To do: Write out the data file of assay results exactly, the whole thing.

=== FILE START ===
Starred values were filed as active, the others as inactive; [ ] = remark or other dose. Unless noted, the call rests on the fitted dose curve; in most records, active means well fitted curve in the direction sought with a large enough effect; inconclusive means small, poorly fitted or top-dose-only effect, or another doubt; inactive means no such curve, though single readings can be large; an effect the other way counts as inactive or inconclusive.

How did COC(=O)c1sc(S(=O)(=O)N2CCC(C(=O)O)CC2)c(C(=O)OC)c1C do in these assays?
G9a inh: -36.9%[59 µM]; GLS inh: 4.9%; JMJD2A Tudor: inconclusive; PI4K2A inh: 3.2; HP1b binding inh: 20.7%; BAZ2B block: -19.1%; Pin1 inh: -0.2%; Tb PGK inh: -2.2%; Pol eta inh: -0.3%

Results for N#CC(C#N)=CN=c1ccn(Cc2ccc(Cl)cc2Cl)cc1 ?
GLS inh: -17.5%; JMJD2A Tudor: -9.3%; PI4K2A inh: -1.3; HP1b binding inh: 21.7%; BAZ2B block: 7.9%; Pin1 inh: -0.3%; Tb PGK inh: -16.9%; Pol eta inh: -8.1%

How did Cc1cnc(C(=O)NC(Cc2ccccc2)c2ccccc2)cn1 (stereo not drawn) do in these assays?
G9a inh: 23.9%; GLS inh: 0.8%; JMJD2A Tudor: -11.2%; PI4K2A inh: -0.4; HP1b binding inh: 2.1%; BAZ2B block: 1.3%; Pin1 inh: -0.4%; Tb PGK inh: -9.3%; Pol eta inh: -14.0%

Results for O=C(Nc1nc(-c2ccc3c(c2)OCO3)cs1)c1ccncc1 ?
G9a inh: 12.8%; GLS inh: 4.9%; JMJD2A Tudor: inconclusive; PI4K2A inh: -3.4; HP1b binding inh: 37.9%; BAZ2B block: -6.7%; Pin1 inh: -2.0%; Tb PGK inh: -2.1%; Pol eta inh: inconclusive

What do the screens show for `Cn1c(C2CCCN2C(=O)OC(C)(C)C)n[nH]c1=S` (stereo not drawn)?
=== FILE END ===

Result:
Starred values were filed as active, the others as inactive; [ ] = remark or other dose. Unless noted, the call rests on the fitted dose curve; in most records, active means well fitted curve in the direction sought with a large enough effect; inconclusive means small, poorly fitted or top-dose-only effect, or another doubt; inactive means no such curve, though single readings can be large; an effect the other way counts as inactive or inconclusive.

How did COC(=O)c1sc(S(=O)(=O)N2CCC(C(=O)O)CC2)c(C(=O)OC)c1C do in these assays?
G9a inh: -36.9%[59 µM]; GLS inh: 4.9%; JMJD2A Tudor: inconclusive; PI4K2A inh: 3.2; HP1b binding inh: 20.7%; BAZ2B block: -19.1%; Pin1 inh: -0.2%; Tb PGK inh: -2.2%; Pol eta inh: -0.3%

Results for N#CC(C#N)=CN=c1ccn(Cc2ccc(Cl)cc2Cl)cc1 ?
GLS inh: -17.5%; JMJD2A Tudor: -9.3%; PI4K2A inh: -1.3; HP1b binding inh: 21.7%; BAZ2B block: 7.9%; Pin1 inh: -0.3%; Tb PGK inh: -16.9%; Pol eta inh: -8.1%

How did Cc1cnc(C(=O)NC(Cc2ccccc2)c2ccccc2)cn1 (stereo not drawn) do in these assays?
G9a inh: 23.9%; GLS inh: 0.8%; JMJD2A Tudor: -11.2%; PI4K2A inh: -0.4; HP1b binding inh: 2.1%; BAZ2B block: 1.3%; Pin1 inh: -0.4%; Tb PGK inh: -9.3%; Pol eta inh: -14.0%

Results for O=C(Nc1nc(-c2ccc3c(c2)OCO3)cs1)c1ccncc1 ?
G9a inh: 12.8%; GLS inh: 4.9%; JMJD2A Tudor: inconclusive; PI4K2A inh: -3.4; HP1b binding inh: 37.9%; BAZ2B block: -6.7%; Pin1 inh: -2.0%; Tb PGK inh: -2.1%; Pol eta inh: inconclusive

What do the screens show for `Cn1c(C2CCCN2C(=O)OC(C)(C)C)n[nH]c1=S` (stereo not drawn)?